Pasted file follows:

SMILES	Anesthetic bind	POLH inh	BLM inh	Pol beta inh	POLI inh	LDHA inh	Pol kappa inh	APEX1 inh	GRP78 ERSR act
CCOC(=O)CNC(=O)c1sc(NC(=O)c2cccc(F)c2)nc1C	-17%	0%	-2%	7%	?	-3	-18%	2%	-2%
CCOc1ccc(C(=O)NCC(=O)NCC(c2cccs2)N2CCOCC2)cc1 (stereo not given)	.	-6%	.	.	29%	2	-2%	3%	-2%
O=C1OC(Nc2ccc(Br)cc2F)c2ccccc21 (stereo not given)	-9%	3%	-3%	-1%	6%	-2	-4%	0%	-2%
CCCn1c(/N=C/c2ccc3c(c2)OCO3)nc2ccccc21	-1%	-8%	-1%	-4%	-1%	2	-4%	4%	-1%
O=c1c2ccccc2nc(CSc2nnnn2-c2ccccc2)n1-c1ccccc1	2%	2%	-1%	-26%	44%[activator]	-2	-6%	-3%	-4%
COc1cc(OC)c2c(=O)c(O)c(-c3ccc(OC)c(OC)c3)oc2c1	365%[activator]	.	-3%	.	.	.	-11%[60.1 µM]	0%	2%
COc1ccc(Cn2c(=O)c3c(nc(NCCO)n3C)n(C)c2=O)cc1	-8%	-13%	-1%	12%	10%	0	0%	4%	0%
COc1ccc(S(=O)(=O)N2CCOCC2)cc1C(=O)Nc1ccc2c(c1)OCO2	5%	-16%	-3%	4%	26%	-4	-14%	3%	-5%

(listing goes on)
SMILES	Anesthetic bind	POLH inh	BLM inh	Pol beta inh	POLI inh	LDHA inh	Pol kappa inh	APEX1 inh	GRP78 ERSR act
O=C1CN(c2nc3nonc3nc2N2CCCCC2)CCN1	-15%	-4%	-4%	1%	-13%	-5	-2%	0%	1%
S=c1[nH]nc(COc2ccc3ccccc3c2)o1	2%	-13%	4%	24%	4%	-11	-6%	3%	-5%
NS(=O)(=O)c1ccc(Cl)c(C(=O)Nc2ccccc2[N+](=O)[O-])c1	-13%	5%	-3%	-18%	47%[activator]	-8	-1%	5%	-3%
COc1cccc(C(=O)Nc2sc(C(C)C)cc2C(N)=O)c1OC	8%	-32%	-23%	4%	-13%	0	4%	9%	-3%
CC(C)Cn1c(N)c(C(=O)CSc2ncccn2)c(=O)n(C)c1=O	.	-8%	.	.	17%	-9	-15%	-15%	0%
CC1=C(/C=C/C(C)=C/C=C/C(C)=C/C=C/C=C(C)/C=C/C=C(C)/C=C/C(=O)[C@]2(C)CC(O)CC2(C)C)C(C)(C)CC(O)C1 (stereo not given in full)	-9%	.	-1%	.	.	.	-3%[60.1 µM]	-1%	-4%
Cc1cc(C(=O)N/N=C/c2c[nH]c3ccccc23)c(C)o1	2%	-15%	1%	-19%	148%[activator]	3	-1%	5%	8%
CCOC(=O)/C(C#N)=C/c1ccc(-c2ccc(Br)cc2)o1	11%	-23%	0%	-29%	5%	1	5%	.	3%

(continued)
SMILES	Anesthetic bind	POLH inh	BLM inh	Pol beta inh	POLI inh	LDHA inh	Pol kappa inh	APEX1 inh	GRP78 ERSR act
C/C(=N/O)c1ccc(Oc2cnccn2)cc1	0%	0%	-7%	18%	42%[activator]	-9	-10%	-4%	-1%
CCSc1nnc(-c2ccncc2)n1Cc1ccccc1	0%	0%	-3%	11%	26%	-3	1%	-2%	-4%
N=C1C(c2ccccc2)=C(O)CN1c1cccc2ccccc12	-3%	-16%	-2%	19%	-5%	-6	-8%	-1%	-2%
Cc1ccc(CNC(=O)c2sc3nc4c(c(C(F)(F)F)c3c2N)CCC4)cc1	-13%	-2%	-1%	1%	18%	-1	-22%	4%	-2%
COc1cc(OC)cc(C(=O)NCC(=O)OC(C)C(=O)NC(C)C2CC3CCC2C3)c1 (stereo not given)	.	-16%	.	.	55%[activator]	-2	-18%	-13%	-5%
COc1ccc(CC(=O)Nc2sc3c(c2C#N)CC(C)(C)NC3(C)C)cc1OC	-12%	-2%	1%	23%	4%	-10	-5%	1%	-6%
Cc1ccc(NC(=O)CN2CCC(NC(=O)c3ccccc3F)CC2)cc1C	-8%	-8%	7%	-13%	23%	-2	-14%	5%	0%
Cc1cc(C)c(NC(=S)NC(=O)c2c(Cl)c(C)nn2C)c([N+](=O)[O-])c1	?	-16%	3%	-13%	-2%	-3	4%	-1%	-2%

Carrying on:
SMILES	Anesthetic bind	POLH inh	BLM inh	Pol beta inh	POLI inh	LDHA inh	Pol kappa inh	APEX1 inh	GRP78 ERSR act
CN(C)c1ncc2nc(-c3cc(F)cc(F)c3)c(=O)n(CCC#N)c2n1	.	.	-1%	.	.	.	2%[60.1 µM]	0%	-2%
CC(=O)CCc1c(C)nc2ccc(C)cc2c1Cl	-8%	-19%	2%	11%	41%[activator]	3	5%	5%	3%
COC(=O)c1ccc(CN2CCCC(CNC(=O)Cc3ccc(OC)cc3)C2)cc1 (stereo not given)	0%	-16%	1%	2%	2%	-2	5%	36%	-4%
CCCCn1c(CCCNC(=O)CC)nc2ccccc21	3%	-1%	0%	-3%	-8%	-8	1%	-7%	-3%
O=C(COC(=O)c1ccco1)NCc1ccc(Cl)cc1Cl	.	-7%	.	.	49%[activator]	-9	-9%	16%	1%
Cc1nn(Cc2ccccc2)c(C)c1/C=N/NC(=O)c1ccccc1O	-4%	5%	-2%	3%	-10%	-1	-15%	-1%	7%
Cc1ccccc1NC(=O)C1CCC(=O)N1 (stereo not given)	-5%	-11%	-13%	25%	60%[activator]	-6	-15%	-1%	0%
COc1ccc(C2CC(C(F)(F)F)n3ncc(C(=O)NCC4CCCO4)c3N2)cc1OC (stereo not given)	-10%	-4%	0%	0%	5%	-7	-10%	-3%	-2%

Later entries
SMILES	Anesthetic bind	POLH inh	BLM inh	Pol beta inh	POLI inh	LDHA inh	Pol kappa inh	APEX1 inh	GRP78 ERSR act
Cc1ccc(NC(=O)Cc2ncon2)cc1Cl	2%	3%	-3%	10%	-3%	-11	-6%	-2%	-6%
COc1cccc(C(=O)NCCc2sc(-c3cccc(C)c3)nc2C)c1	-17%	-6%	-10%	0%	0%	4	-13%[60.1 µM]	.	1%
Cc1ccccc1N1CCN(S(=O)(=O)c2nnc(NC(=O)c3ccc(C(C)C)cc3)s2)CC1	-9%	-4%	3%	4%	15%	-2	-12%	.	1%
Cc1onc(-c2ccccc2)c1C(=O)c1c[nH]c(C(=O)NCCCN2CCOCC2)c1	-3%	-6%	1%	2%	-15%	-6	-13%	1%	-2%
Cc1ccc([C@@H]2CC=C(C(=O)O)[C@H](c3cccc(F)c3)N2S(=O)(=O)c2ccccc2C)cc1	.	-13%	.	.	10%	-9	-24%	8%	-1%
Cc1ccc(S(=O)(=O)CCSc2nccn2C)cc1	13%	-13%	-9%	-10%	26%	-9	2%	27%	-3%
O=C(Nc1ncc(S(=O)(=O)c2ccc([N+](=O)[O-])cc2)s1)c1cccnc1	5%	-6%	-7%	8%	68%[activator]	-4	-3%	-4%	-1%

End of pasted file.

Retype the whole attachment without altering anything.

SMILES	Anesthetic bind	POLH inh	BLM inh	Pol beta inh	POLI inh	LDHA inh	Pol kappa inh	APEX1 inh	GRP78 ERSR act
CCOC(=O)CNC(=O)c1sc(NC(=O)c2cccc(F)c2)nc1C	-17%	0%	-2%	7%	?	-3	-18%	2%	-2%
CCOc1ccc(C(=O)NCC(=O)NCC(c2cccs2)N2CCOCC2)cc1 (stereo not given)	.	-6%	.	.	29%	2	-2%	3%	-2%
O=C1OC(Nc2ccc(Br)cc2F)c2ccccc21 (stereo not given)	-9%	3%	-3%	-1%	6%	-2	-4%	0%	-2%
CCCn1c(/N=C/c2ccc3c(c2)OCO3)nc2ccccc21	-1%	-8%	-1%	-4%	-1%	2	-4%	4%	-1%
O=c1c2ccccc2nc(CSc2nnnn2-c2ccccc2)n1-c1ccccc1	2%	2%	-1%	-26%	44%[activator]	-2	-6%	-3%	-4%
COc1cc(OC)c2c(=O)c(O)c(-c3ccc(OC)c(OC)c3)oc2c1	365%[activator]	.	-3%	.	.	.	-11%[60.1 µM]	0%	2%
COc1ccc(Cn2c(=O)c3c(nc(NCCO)n3C)n(C)c2=O)cc1	-8%	-13%	-1%	12%	10%	0	0%	4%	0%
COc1ccc(S(=O)(=O)N2CCOCC2)cc1C(=O)Nc1ccc2c(c1)OCO2	5%	-16%	-3%	4%	26%	-4	-14%	3%	-5%

(listing goes on)
SMILES	Anesthetic bind	POLH inh	BLM inh	Pol beta inh	POLI inh	LDHA inh	Pol kappa inh	APEX1 inh	GRP78 ERSR act
O=C1CN(c2nc3nonc3nc2N2CCCCC2)CCN1	-15%	-4%	-4%	1%	-13%	-5	-2%	0%	1%
S=c1[nH]nc(COc2ccc3ccccc3c2)o1	2%	-13%	4%	24%	4%	-11	-6%	3%	-5%
NS(=O)(=O)c1ccc(Cl)c(C(=O)Nc2ccccc2[N+](=O)[O-])c1	-13%	5%	-3%	-18%	47%[activator]	-8	-1%	5%	-3%
COc1cccc(C(=O)Nc2sc(C(C)C)cc2C(N)=O)c1OC	8%	-32%	-23%	4%	-13%	0	4%	9%	-3%
CC(C)Cn1c(N)c(C(=O)CSc2ncccn2)c(=O)n(C)c1=O	.	-8%	.	.	17%	-9	-15%	-15%	0%
CC1=C(/C=C/C(C)=C/C=C/C(C)=C/C=C/C=C(C)/C=C/C=C(C)/C=C/C(=O)[C@]2(C)CC(O)CC2(C)C)C(C)(C)CC(O)C1 (stereo not given in full)	-9%	.	-1%	.	.	.	-3%[60.1 µM]	-1%	-4%
Cc1cc(C(=O)N/N=C/c2c[nH]c3ccccc23)c(C)o1	2%	-15%	1%	-19%	148%[activator]	3	-1%	5%	8%
CCOC(=O)/C(C#N)=C/c1ccc(-c2ccc(Br)cc2)o1	11%	-23%	0%	-29%	5%	1	5%	.	3%

(continued)
SMILES	Anesthetic bind	POLH inh	BLM inh	Pol beta inh	POLI inh	LDHA inh	Pol kappa inh	APEX1 inh	GRP78 ERSR act
C/C(=N/O)c1ccc(Oc2cnccn2)cc1	0%	0%	-7%	18%	42%[activator]	-9	-10%	-4%	-1%
CCSc1nnc(-c2ccncc2)n1Cc1ccccc1	0%	0%	-3%	11%	26%	-3	1%	-2%	-4%
N=C1C(c2ccccc2)=C(O)CN1c1cccc2ccccc12	-3%	-16%	-2%	19%	-5%	-6	-8%	-1%	-2%
Cc1ccc(CNC(=O)c2sc3nc4c(c(C(F)(F)F)c3c2N)CCC4)cc1	-13%	-2%	-1%	1%	18%	-1	-22%	4%	-2%
COc1cc(OC)cc(C(=O)NCC(=O)OC(C)C(=O)NC(C)C2CC3CCC2C3)c1 (stereo not given)	.	-16%	.	.	55%[activator]	-2	-18%	-13%	-5%
COc1ccc(CC(=O)Nc2sc3c(c2C#N)CC(C)(C)NC3(C)C)cc1OC	-12%	-2%	1%	23%	4%	-10	-5%	1%	-6%
Cc1ccc(NC(=O)CN2CCC(NC(=O)c3ccccc3F)CC2)cc1C	-8%	-8%	7%	-13%	23%	-2	-14%	5%	0%
Cc1cc(C)c(NC(=S)NC(=O)c2c(Cl)c(C)nn2C)c([N+](=O)[O-])c1	?	-16%	3%	-13%	-2%	-3	4%	-1%	-2%

Carrying on:
SMILES	Anesthetic bind	POLH inh	BLM inh	Pol beta inh	POLI inh	LDHA inh	Pol kappa inh	APEX1 inh	GRP78 ERSR act
CN(C)c1ncc2nc(-c3cc(F)cc(F)c3)c(=O)n(CCC#N)c2n1	.	.	-1%	.	.	.	2%[60.1 µM]	0%	-2%
CC(=O)CCc1c(C)nc2ccc(C)cc2c1Cl	-8%	-19%	2%	11%	41%[activator]	3	5%	5%	3%
COC(=O)c1ccc(CN2CCCC(CNC(=O)Cc3ccc(OC)cc3)C2)cc1 (stereo not given)	0%	-16%	1%	2%	2%	-2	5%	36%	-4%
CCCCn1c(CCCNC(=O)CC)nc2ccccc21	3%	-1%	0%	-3%	-8%	-8	1%	-7%	-3%
O=C(COC(=O)c1ccco1)NCc1ccc(Cl)cc1Cl	.	-7%	.	.	49%[activator]	-9	-9%	16%	1%
Cc1nn(Cc2ccccc2)c(C)c1/C=N/NC(=O)c1ccccc1O	-4%	5%	-2%	3%	-10%	-1	-15%	-1%	7%
Cc1ccccc1NC(=O)C1CCC(=O)N1 (stereo not given)	-5%	-11%	-13%	25%	60%[activator]	-6	-15%	-1%	0%
COc1ccc(C2CC(C(F)(F)F)n3ncc(C(=O)NCC4CCCO4)c3N2)cc1OC (stereo not given)	-10%	-4%	0%	0%	5%	-7	-10%	-3%	-2%

Later entries
SMILES	Anesthetic bind	POLH inh	BLM inh	Pol beta inh	POLI inh	LDHA inh	Pol kappa inh	APEX1 inh	GRP78 ERSR act
Cc1ccc(NC(=O)Cc2ncon2)cc1Cl	2%	3%	-3%	10%	-3%	-11	-6%	-2%	-6%
COc1cccc(C(=O)NCCc2sc(-c3cccc(C)c3)nc2C)c1	-17%	-6%	-10%	0%	0%	4	-13%[60.1 µM]	.	1%
Cc1ccccc1N1CCN(S(=O)(=O)c2nnc(NC(=O)c3ccc(C(C)C)cc3)s2)CC1	-9%	-4%	3%	4%	15%	-2	-12%	.	1%
Cc1onc(-c2ccccc2)c1C(=O)c1c[nH]c(C(=O)NCCCN2CCOCC2)c1	-3%	-6%	1%	2%	-15%	-6	-13%	1%	-2%
Cc1ccc([C@@H]2CC=C(C(=O)O)[C@H](c3cccc(F)c3)N2S(=O)(=O)c2ccccc2C)cc1	.	-13%	.	.	10%	-9	-24%	8%	-1%
Cc1ccc(S(=O)(=O)CCSc2nccn2C)cc1	13%	-13%	-9%	-10%	26%	-9	2%	27%	-3%
O=C(Nc1ncc(S(=O)(=O)c2ccc([N+](=O)[O-])cc2)s1)c1cccnc1	5%	-6%	-7%	8%	68%[activator]	-4	-3%	-4%	-1%